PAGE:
In an attempt to thwart Android developers who are set to distribute malicious apps through Google Play, Google will be taking more time when reviewing apps by developers with newly minted accounts.
This reviewing process will take days, not weeks, Google assures, and should allow them to do more thorough checks before approving apps to be featured in the store.
Sameer Samat, VP of Product Management, Android & Google Play, also says that they know that some developer accounts might have been or might be suspended in error, but claims that 99%+ of these suspension decisions are correct.
“While the vast majority of developers on Android are well-meaning, some accounts are suspended for serious, repeated violation of policies that protect our shared users. Bad-faith developers often try to get around this by opening new accounts or using other developers’ existing accounts to publish unsafe apps,” he explained.
“While we strive for openness wherever possible, in order to prevent bad-faith developers from gaming our systems and putting our users at risk in the process, we can’t always share the reasons we’ve concluded that one account is related to another.”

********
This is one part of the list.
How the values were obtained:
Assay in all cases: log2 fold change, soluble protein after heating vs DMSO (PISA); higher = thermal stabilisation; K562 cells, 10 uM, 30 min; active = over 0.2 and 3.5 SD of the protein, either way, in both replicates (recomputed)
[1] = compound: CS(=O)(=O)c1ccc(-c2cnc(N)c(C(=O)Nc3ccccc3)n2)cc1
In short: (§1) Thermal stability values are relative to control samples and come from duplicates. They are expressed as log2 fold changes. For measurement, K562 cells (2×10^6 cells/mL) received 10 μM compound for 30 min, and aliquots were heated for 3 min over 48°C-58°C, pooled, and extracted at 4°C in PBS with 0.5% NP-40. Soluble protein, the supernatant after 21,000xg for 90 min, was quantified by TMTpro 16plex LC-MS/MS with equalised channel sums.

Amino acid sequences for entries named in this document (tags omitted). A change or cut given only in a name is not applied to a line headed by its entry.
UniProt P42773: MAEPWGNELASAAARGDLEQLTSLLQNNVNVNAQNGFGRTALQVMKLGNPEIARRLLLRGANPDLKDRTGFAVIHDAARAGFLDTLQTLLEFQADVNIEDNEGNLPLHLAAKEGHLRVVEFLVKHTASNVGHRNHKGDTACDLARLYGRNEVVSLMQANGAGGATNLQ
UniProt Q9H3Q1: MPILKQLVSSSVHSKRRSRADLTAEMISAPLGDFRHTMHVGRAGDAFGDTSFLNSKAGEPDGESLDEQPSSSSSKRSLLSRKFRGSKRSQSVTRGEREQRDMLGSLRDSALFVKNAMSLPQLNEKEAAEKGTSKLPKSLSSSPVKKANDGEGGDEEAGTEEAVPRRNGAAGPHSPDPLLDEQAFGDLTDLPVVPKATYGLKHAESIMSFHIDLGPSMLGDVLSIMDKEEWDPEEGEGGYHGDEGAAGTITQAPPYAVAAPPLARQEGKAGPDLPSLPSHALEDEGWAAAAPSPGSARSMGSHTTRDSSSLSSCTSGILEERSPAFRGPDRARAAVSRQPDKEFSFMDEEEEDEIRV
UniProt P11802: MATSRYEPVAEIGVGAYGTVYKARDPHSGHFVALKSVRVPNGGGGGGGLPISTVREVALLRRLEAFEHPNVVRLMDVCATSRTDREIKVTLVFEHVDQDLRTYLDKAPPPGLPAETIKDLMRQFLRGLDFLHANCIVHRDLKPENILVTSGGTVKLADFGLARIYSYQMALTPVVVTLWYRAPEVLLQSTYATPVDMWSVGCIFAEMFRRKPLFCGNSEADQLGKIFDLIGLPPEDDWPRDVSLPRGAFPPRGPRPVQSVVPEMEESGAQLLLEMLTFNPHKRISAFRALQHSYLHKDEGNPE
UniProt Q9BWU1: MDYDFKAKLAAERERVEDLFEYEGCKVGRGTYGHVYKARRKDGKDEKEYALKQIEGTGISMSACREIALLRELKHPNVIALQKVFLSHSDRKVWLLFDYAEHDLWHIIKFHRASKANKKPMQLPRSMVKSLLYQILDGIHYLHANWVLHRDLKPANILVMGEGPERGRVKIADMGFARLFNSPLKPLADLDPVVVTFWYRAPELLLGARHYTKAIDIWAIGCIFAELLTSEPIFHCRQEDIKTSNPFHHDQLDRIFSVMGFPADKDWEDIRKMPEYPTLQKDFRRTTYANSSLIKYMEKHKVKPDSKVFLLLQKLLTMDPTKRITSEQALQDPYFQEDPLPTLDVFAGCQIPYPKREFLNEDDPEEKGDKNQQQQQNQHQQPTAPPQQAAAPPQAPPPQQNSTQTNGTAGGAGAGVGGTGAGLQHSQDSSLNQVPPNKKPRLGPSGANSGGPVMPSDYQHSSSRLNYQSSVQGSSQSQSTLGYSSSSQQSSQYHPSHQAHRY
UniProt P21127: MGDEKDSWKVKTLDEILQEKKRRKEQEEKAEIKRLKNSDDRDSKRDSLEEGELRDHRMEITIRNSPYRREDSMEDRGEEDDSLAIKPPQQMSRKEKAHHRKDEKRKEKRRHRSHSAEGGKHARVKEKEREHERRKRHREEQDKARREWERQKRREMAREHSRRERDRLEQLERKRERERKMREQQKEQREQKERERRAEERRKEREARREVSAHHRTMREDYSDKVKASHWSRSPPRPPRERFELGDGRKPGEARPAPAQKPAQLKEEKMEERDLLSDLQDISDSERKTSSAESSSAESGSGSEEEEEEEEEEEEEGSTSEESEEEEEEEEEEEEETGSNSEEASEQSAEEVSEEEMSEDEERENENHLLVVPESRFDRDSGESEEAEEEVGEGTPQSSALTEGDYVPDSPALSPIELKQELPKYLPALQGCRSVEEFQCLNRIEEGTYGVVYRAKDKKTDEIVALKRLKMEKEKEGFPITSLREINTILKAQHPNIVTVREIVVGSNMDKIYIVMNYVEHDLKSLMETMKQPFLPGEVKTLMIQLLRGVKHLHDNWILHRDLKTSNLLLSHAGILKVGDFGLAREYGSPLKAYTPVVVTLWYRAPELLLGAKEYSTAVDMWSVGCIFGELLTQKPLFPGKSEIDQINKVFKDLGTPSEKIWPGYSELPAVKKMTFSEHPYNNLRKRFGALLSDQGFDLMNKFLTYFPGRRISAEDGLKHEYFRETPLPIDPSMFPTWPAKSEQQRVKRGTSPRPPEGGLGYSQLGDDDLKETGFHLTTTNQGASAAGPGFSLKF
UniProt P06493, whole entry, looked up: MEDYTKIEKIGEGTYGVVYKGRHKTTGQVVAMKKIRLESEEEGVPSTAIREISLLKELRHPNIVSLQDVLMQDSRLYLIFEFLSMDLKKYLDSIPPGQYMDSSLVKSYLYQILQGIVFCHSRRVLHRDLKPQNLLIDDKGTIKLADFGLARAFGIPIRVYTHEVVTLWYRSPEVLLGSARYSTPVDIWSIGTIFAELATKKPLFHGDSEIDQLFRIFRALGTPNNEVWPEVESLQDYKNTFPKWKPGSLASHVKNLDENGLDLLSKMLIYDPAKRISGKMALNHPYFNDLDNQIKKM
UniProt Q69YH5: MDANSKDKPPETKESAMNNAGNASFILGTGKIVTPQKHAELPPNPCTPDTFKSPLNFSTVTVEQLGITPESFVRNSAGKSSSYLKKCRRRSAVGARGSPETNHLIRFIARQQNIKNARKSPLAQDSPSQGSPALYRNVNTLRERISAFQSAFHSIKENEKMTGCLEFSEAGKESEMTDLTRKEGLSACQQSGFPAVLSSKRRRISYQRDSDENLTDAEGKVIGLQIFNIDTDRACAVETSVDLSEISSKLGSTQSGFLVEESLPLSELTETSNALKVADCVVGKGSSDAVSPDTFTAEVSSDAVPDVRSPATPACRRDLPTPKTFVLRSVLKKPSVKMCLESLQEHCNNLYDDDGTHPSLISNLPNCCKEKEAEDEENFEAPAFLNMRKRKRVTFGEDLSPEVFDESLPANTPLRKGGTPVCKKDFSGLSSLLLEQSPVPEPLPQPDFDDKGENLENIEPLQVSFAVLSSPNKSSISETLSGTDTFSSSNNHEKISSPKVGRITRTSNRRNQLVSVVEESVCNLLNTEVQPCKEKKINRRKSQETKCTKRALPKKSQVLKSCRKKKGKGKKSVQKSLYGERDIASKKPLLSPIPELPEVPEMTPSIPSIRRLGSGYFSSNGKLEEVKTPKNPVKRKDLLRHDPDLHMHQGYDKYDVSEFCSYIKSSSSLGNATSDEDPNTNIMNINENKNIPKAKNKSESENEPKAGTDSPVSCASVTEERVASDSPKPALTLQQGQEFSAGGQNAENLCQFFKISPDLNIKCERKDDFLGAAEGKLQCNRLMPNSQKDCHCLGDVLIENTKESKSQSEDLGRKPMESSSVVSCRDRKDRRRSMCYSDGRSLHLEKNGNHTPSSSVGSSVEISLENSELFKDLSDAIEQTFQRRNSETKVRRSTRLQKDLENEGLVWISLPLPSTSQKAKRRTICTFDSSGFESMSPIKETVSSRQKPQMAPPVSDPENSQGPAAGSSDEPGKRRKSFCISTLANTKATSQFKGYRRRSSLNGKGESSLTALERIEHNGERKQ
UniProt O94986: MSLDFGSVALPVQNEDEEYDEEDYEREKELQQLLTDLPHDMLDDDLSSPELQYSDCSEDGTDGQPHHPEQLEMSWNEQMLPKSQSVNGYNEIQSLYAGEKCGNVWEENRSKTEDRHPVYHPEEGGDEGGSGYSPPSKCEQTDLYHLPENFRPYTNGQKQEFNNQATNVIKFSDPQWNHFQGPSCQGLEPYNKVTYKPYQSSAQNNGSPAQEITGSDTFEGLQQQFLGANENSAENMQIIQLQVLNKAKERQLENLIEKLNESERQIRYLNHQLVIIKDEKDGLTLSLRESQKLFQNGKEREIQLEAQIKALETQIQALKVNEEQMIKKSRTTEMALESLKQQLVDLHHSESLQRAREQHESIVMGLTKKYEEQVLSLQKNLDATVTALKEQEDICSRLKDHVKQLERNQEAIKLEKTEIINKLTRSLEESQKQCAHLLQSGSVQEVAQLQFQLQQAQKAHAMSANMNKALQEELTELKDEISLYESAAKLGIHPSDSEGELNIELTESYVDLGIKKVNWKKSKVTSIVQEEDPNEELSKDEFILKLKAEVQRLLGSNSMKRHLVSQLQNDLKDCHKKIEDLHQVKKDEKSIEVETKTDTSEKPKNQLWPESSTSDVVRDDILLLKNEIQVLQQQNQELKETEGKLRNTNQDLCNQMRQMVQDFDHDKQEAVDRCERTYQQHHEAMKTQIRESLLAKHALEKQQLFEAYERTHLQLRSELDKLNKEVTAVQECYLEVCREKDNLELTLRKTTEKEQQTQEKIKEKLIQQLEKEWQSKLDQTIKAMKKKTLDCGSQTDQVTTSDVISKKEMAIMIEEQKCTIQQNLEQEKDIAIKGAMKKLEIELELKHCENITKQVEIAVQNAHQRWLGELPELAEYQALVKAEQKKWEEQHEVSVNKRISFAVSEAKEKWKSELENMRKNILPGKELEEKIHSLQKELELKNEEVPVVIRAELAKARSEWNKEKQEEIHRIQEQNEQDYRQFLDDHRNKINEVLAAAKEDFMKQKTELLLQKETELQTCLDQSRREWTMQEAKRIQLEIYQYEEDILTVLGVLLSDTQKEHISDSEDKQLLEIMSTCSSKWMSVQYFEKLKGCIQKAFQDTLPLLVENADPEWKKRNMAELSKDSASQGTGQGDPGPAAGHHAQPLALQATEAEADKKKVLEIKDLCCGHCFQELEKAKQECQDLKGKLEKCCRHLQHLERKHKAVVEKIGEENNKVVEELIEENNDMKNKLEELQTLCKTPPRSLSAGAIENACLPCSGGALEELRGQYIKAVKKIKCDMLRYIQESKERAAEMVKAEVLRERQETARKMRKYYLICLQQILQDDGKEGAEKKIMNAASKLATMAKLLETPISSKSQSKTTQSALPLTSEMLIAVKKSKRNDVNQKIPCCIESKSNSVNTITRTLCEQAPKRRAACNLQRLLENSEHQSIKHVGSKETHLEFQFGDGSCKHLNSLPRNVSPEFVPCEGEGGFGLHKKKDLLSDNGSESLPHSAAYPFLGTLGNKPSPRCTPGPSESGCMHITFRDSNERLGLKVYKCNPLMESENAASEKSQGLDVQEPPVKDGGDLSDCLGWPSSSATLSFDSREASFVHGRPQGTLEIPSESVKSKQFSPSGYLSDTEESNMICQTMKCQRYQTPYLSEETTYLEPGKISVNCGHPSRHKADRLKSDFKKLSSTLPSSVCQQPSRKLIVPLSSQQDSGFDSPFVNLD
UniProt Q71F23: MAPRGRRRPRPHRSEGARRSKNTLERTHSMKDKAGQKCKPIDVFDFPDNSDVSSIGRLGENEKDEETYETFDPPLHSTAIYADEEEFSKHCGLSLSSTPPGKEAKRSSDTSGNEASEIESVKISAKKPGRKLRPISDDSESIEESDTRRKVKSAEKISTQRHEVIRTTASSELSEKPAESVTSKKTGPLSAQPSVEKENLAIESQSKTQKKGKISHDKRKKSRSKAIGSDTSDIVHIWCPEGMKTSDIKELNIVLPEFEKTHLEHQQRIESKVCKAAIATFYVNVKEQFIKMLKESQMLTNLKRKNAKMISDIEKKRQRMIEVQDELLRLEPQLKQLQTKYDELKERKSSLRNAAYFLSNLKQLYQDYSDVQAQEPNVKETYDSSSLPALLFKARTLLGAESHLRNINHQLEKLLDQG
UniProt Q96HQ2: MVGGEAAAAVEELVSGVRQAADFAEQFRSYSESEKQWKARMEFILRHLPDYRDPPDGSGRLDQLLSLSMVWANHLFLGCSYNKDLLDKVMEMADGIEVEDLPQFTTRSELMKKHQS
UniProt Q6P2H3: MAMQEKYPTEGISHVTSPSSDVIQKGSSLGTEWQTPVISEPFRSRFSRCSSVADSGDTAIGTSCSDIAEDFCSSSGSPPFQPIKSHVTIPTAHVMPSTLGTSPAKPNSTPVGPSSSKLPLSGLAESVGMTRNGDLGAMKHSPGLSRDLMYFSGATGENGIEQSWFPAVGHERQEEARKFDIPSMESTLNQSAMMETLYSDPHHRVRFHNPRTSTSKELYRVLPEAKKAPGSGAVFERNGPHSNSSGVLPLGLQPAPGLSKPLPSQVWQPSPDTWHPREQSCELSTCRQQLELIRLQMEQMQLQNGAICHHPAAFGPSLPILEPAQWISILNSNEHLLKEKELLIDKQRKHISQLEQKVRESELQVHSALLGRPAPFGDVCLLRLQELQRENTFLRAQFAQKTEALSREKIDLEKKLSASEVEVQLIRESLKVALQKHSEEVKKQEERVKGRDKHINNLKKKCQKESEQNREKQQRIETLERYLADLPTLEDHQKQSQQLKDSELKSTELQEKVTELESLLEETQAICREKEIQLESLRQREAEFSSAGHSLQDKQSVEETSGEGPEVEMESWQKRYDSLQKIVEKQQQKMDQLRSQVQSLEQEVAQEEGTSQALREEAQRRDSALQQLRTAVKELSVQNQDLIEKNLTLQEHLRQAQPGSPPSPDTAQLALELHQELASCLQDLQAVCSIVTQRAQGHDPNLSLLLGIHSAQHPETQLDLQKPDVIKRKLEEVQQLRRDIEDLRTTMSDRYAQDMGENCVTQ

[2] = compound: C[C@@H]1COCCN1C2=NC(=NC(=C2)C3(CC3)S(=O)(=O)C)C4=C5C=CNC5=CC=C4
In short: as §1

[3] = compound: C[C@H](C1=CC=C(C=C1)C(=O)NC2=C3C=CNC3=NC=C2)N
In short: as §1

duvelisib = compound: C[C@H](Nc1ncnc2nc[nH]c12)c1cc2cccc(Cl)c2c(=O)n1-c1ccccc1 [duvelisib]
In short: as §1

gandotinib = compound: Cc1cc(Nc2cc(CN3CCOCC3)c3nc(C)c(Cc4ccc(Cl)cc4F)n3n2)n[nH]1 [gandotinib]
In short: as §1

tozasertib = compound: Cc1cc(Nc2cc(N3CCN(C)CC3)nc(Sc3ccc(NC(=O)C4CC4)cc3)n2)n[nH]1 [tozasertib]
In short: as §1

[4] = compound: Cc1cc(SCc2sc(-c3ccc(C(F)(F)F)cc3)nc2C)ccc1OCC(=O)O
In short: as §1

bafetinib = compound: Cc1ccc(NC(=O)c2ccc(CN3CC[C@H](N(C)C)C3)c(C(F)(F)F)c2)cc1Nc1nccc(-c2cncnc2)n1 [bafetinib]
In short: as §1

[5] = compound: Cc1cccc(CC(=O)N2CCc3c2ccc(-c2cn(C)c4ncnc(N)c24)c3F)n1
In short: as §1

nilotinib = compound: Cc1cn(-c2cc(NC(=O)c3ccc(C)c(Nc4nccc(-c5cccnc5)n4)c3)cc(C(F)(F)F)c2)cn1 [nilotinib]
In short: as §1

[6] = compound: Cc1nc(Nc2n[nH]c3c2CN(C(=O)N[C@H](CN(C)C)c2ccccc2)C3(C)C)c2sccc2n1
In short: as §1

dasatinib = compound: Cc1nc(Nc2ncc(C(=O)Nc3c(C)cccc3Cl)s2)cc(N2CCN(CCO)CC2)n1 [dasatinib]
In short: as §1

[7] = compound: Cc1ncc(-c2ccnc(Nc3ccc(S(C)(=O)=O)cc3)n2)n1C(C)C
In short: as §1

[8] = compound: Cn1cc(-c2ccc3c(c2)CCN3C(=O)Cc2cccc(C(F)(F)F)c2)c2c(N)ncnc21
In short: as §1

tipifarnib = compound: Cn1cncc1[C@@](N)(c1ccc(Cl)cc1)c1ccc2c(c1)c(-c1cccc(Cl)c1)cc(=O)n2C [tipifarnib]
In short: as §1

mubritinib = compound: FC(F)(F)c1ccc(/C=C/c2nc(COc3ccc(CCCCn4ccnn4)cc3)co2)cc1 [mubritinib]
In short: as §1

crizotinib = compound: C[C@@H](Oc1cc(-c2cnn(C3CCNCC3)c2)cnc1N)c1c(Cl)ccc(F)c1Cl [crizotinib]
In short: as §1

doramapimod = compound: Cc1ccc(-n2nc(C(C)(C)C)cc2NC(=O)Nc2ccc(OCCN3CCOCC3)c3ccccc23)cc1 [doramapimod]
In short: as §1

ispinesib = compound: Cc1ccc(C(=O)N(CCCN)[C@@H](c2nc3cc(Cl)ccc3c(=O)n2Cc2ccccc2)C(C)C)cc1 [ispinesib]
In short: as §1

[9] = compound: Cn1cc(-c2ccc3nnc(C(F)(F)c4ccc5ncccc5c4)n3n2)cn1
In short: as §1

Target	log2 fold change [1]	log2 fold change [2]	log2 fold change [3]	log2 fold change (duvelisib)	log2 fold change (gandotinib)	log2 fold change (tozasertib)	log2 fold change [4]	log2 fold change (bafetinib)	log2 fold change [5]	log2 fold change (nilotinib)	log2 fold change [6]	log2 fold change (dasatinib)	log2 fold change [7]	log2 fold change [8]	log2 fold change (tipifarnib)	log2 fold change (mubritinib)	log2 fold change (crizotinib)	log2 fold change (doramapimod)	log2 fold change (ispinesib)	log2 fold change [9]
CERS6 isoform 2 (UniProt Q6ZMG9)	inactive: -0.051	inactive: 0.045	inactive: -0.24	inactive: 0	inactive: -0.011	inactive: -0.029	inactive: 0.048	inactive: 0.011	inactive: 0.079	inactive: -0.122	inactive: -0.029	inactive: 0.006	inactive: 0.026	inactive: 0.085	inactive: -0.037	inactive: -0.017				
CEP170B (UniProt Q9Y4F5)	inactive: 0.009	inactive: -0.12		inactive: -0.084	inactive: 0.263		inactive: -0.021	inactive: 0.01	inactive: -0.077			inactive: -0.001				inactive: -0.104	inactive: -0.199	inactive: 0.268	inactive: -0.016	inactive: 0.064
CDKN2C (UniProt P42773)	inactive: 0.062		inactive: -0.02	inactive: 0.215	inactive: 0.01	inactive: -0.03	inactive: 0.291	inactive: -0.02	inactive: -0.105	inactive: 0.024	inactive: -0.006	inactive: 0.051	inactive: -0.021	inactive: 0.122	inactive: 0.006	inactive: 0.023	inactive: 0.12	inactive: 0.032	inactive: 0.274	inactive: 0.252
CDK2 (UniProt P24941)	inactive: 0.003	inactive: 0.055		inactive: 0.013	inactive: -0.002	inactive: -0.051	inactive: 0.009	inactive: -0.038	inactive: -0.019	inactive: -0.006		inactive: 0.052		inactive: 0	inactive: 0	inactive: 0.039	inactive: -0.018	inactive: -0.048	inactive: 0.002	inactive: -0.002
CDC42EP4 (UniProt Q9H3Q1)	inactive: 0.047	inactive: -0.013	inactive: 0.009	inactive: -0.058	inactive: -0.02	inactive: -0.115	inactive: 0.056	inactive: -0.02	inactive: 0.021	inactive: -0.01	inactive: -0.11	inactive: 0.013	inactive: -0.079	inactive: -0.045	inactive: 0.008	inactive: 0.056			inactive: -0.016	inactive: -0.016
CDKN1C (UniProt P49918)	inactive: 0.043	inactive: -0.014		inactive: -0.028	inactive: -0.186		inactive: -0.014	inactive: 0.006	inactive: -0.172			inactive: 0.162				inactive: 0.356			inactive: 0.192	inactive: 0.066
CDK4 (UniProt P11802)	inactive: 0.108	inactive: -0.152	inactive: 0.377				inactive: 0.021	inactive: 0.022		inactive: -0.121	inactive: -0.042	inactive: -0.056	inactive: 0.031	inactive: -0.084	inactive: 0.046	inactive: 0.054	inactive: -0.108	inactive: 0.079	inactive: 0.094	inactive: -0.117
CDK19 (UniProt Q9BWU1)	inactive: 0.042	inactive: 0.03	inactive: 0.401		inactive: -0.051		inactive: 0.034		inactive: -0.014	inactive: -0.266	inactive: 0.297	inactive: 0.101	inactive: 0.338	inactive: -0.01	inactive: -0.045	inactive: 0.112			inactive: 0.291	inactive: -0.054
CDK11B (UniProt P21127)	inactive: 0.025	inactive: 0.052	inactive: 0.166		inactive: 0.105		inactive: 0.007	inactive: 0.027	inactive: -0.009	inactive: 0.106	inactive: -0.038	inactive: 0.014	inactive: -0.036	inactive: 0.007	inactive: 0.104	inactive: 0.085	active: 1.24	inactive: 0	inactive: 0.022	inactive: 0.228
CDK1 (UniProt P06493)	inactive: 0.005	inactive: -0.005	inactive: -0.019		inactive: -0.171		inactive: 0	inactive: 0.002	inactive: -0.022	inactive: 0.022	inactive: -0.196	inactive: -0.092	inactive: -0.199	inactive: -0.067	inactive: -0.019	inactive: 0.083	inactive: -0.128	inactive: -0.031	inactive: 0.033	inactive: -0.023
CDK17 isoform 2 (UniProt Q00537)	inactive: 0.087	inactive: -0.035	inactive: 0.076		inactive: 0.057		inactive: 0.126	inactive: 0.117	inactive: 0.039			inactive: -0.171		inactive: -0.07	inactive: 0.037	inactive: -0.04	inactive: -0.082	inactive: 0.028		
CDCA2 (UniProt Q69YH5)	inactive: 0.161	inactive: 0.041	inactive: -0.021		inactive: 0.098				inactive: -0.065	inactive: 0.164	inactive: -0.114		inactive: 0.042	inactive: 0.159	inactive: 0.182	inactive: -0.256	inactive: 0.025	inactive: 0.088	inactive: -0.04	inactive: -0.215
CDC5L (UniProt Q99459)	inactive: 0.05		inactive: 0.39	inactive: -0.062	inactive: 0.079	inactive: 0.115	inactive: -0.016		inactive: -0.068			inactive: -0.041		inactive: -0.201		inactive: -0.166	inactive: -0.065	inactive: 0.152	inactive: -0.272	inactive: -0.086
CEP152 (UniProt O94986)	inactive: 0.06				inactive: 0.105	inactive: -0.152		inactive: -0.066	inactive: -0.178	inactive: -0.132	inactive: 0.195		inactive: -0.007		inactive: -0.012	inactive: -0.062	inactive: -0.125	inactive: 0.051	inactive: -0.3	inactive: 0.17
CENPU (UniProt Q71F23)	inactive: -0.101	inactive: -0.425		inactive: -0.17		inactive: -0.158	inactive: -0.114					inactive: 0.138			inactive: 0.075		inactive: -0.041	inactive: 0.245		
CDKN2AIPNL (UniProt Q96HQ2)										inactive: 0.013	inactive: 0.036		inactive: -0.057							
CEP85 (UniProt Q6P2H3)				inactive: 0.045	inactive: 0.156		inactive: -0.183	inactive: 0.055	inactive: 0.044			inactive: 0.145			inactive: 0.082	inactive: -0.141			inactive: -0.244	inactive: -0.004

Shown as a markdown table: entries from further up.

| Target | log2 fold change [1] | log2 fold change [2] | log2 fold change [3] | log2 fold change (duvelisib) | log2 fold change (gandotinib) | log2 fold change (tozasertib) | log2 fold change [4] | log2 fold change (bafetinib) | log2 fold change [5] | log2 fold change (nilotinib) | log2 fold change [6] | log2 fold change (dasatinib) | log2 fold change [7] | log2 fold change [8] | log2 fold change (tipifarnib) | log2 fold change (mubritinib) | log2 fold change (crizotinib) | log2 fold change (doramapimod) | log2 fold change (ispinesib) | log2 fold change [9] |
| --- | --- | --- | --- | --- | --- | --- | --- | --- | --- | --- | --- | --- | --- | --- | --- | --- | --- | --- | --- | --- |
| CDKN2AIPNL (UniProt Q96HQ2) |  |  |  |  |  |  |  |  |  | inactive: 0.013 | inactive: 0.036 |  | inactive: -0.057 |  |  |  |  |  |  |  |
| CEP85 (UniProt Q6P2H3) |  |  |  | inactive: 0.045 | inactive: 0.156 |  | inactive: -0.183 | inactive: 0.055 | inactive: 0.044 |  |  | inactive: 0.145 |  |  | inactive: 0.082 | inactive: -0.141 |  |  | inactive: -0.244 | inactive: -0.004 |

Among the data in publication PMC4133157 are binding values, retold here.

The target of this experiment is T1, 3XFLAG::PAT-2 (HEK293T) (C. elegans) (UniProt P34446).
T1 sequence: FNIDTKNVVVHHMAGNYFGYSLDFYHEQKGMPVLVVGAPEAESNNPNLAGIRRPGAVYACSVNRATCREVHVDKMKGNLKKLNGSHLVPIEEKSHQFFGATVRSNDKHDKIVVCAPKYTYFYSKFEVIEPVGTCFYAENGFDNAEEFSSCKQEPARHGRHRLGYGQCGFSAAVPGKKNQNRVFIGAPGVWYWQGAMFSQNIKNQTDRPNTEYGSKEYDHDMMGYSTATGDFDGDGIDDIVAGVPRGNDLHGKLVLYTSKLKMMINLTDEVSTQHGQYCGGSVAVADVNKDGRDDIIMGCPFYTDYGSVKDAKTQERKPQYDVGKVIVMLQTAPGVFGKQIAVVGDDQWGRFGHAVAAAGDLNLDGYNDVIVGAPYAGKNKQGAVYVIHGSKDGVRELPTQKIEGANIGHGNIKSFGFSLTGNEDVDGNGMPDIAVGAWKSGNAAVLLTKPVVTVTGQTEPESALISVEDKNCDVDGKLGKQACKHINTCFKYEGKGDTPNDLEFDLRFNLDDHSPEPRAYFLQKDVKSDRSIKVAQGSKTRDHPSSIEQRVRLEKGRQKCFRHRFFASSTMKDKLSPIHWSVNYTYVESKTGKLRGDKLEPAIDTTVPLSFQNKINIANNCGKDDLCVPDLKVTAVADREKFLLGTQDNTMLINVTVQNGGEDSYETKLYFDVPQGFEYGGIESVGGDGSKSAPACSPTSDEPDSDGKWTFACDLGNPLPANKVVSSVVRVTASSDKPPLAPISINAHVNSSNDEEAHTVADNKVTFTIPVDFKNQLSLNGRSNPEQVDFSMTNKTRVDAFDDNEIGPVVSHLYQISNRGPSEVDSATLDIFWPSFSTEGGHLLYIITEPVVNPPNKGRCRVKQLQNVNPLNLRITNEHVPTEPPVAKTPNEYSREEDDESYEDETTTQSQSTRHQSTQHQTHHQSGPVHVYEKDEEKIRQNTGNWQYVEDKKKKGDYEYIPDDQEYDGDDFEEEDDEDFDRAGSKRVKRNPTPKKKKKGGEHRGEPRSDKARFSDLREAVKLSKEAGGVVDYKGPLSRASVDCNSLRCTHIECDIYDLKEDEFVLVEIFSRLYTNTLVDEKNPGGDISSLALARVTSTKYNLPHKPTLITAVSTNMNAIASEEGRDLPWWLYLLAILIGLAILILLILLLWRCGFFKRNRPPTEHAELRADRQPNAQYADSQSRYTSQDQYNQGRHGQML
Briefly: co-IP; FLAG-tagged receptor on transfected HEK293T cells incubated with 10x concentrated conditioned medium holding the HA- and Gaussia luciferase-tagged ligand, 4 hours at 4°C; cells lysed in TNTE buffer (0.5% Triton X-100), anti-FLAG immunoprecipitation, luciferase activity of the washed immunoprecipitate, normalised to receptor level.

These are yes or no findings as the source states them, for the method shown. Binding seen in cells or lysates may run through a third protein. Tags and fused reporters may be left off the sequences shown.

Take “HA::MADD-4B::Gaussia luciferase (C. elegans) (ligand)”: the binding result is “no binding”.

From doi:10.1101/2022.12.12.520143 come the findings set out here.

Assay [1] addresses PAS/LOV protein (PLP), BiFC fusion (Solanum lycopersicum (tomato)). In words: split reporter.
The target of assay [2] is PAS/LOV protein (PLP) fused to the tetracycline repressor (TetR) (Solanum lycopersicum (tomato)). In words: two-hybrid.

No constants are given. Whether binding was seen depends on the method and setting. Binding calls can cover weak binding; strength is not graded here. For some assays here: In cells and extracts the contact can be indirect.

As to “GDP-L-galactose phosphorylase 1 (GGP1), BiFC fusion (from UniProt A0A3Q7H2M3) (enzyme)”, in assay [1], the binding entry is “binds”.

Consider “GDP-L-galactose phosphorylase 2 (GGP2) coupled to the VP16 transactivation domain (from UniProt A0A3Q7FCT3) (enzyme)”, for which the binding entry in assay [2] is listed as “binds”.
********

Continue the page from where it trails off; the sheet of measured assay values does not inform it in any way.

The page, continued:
Well-intentioned developers whose account has been flagged and suspended can always appeal the decision and, Samat promises, the appeal will be reviewed by a person, i.e., it’s not an automated process.
He also says that they’ll improve their communication with developers when it comes to rejections of apps due to specific policies and make their review and appeals process speedier as, among other things, they are expanding their evaluation and appeals review team.
A new permissions model
When announcing the changes planned for the upcoming Android Q, Google has delineated a number of changes that are aimed at improving users’ privacy.
Changes will be made to the permissions model and Google has rolled out guidance for each of the (potentially dangerous) Android runtime permissions, so that developers can get their apps in line with the new requirements.
“To better protect sensitive user data available through these permissions, we restricted access to select use cases, such as when an app has been chosen by the user to be their default text message app,” Samat explained.
“We understood that some app features using this data would no longer be allowed — including features that many users found valuable — and worked with you on alternatives where possible. As a result, today, the number of apps with access to this sensitive information has decreased by more than 98%. The vast majority of these were able to switch to an alternative or eliminate minor functionality.”